The performance of savonius wind turbine can be explained according to the following three basic rules that are still applicable [ref. 7]: 1. The speed of the blade tips is ideally proportional to the speed of wind. 2. The maximum torque is proportional to the speed of wind squared. 3. The maximum power is proportional to the speed of wind cubed. The performance of any kind of wind turbine can be expressed in the form of torque coefficient (Ct) and the coefficient of power (Cp) versus the tip speed ratio ( ). The swept area ( As ): www.ijmer.com

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International Journal of Modern Engineering Research (IJMER) www.ijmer.com Vol. 3, Issue. 5, Sep - Oct. 2013 pp-2978-2986 ISSN: 2249-6645 As the rotor turns, its blades generate an imaginary surface whose projection on a vertical plane to wind direction is called the swept area [ref. 9]. The amount of energy produced by a wind turbine primarily depends on the rotor area, also referred to as cross-sectional area, swept area, or intercept area. The swept area for Savonius wind turbine can be calculated from the dimensions of the rotor (Figure 5). Savonius area = The swept area = As = H * D Where: H = the rotor height (m). D = the rotor diameter (m).

Figure (5): Schematic diagram of Savonius rotor wind turbine. The Tip speed ratio ( ): The tip speed ratio is the ratio of the product of blade radius and angular speed of the rotor to the wind velocity [ref. 10]. The tip peripheral velocity of the rotor (Vrotor) is defined as (Figure 6):

Figure (6): Scheme of a Savonius rotor showing the tip velocity of the rotor. đ?‘˝đ?’“đ?’?đ?’•đ?’?đ?’“ = đ??Ž ∗ đ?’… Where: Vrotor = the tip speed (the peripheral velocity of Savonius rotor) (m/sec) ω = the angular velocity of Savonius rotor (rad/sec). d = the diameter of the semi-cylindrical Savonius rotor (m). Now the Tip Speed Ratio (TSR) of a turbine is expressed as: đ?‘˝đ?’“đ?’?đ?’•đ?’?đ?’“ đ??Žâˆ— đ?’… đ?‘ťđ?’‰đ?’† đ?’•đ?’Šđ?’‘ đ?’”đ?’‘đ?’†đ?’†đ?’… đ?’“đ?’‚đ?’•đ?’Šđ?’? đ?‘ťđ?‘şđ?‘š = đ??€ = = đ?‘˝ đ?‘˝ Where: V = the wind speed (m/sec) The Torque Coefficient ( Ct ): It is defined as the ratio between the actual torque developed by the rotor (T) and the theoretical torque available in the wind (Tw) [ref. 11], thus the torque coefficient (Ct) is given by: đ?’•đ?’‰đ?’† đ?’“đ?’?đ?’•đ?’?đ?’“ đ?‘ťđ?’?đ?’“đ?’’đ?’–đ?’† đ?‘ť đ?‘ť đ?‘Şđ?’• = = = đ?&#x;? đ?’•đ?’‰đ?’† đ?’˜đ?’Šđ?’?đ?’… đ?‘ťđ?’?đ?’“đ?’’đ?’–đ?’† đ?‘ťđ?’˜ đ??† ∗ đ?‘¨đ?’” ∗ đ?’… ∗ đ?‘˝ đ?&#x;? đ?&#x;’ Where: Ct = the torque coefficient T = the rotor torque ( N . m ) Tw = the wind available torque ( N . m ) Ď = the air density (kg/m3) Another concept that can used to measure the wind turbine performance is the static torque (Ts), which measures the selfstarting capability of the turbine. Static torque is defined as a maximum value of the torque when rotor is blocked i.e. without ability to rotate [ref. 12]. So, the static torque coefficient is given by: đ?‘ťđ?’” đ?‘ťđ?’” đ?‘Şđ?’•đ?’” = = = đ?&#x;? đ?‘ťđ?’˜ đ??† ∗ đ?‘¨đ?’” ∗ đ?’… ∗ đ?‘˝ đ?&#x;? đ?&#x;’ Where: Cts = the static torque coefficient Ts = the rotor static torque ( N . m ) The static torque of different angle of attack ( Îą ) relative to the wind direction was measured at every (30o) to (360o). Figure (7) shows the angle of attack ( Îą ) for both two and three blades savonius wind turbine. www.ijmer.com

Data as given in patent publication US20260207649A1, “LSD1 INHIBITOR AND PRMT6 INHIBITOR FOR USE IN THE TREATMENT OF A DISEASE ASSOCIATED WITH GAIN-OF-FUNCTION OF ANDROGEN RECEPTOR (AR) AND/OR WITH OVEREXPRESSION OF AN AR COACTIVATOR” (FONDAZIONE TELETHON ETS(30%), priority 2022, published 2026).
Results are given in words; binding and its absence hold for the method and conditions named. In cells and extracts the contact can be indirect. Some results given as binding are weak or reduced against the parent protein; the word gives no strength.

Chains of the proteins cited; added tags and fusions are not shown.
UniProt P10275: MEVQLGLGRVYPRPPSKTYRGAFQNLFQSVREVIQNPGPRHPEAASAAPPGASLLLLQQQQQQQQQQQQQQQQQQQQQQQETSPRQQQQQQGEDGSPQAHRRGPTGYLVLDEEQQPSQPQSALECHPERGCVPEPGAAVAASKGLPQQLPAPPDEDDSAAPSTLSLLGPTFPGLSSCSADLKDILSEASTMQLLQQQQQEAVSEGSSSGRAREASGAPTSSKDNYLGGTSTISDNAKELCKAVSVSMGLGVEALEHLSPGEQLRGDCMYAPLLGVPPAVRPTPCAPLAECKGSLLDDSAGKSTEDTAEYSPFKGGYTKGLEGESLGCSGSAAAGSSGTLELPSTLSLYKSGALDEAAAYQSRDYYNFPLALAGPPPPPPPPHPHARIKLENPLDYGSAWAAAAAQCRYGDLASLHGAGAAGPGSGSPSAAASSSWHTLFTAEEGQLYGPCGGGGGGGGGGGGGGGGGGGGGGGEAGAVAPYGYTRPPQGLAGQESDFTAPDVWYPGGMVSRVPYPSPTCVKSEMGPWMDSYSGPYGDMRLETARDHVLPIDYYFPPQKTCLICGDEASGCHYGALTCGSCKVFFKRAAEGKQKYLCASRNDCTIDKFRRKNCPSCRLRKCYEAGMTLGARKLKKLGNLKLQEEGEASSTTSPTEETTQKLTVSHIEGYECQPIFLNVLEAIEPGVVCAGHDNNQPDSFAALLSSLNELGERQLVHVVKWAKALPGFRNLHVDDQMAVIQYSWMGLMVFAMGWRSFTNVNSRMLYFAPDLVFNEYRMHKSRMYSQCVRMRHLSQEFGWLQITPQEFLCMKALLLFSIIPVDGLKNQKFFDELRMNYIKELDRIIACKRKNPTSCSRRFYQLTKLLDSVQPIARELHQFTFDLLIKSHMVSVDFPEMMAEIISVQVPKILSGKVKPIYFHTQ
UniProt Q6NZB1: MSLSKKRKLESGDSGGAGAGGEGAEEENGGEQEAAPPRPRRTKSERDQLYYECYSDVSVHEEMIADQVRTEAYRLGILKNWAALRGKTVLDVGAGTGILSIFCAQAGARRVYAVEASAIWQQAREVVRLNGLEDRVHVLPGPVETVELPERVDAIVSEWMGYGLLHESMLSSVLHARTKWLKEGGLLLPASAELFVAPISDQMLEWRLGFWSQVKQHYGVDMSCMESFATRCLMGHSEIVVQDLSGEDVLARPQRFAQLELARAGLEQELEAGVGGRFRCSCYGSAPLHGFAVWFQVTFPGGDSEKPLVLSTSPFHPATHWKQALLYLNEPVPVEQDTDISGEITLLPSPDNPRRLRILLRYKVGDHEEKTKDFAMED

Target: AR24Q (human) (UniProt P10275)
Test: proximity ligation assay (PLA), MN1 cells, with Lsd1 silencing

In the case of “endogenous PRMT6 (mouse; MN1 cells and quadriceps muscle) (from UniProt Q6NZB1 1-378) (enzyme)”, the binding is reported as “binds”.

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International Journal of Modern Engineering Research (IJMER) Vol. 3, Issue. 5, Sep - Oct. 2013 pp-2978-2986 ISSN: 2249-6645

Figure (7): Scheme of a Savonius rotor showing the angle of attack ( ). The torque is defined as the force acting tangentially over the rotor blade, operating at a distance of rotor radius (d) from the centre, it is given as: đ?‘ť = đ?‘° .đ?œś Where: I = the rotor moment of inertia [ (kg . m2) or (N . m . s2) ] ď Ą = the rotor angular acceleration ( 1 / s2 ) The moment of inertia tells us "how much energy is stored in a rotating shaft or about how much energy it will take to accelerate the shaft to a particular velocity. This is called the second moment or moment of inertia" and it is equal to [ref. 13]: đ?’…đ?‘° = đ?’“đ?&#x;? ∗ đ?’…đ?’Ž Referring to (figure 8), the moment of inertia for a semi-circular blade shape can be calculated according to the following equation: đ?‘°đ?’ƒ =

đ?’“đ?&#x;? . đ?’…đ?’Ž

Where:

r = the radius (the distance of the infinitesimal element of mass from the origin) (m) = đ?‘‘ ∗ đ?‘?đ?‘œđ?‘ âˆ… dm = the infinitesimal element of mass (kg) = đ?œŒ . đ??ť . đ?‘Ą . đ?‘‘ . đ?‘?đ?‘œđ?‘ âˆ… đ?‘‘∅ t = the blade thickness (m) Therefore, the moment of inertia for one blade (I1b) becomes equal to:

Figure (8): Schematic drawing for a semi-circular shape for moment of inertia calculation. đ??…/đ?&#x;?

đ??…/đ?&#x;?

đ??† . đ?‘Ż . đ?’• . đ?’…đ?&#x;‘ . đ?’„đ?’?đ?’”đ?&#x;‘ ∅ . đ?’…∅ = đ??† . đ?‘Ż . đ?’• . đ?’…đ?&#x;‘

đ?‘°đ?&#x;?đ?’ƒ = đ?&#x;Ž

đ?‘°đ?&#x;?đ?’ƒ = đ?œ‹

đ?&#x;? đ?’Ž . đ?’…đ?&#x;? đ??…

đ?’„đ?’?đ?’”đ?&#x;‘ ∅ . đ?’…∅ đ?&#x;Ž

đ??… đ?&#x;?

đ?’„đ?’?đ?’”đ?&#x;‘ ∅ . đ?’…∅ = đ?&#x;Ž

đ?&#x;’ đ?’Ž . đ?’…đ?&#x;? đ?&#x;‘đ??…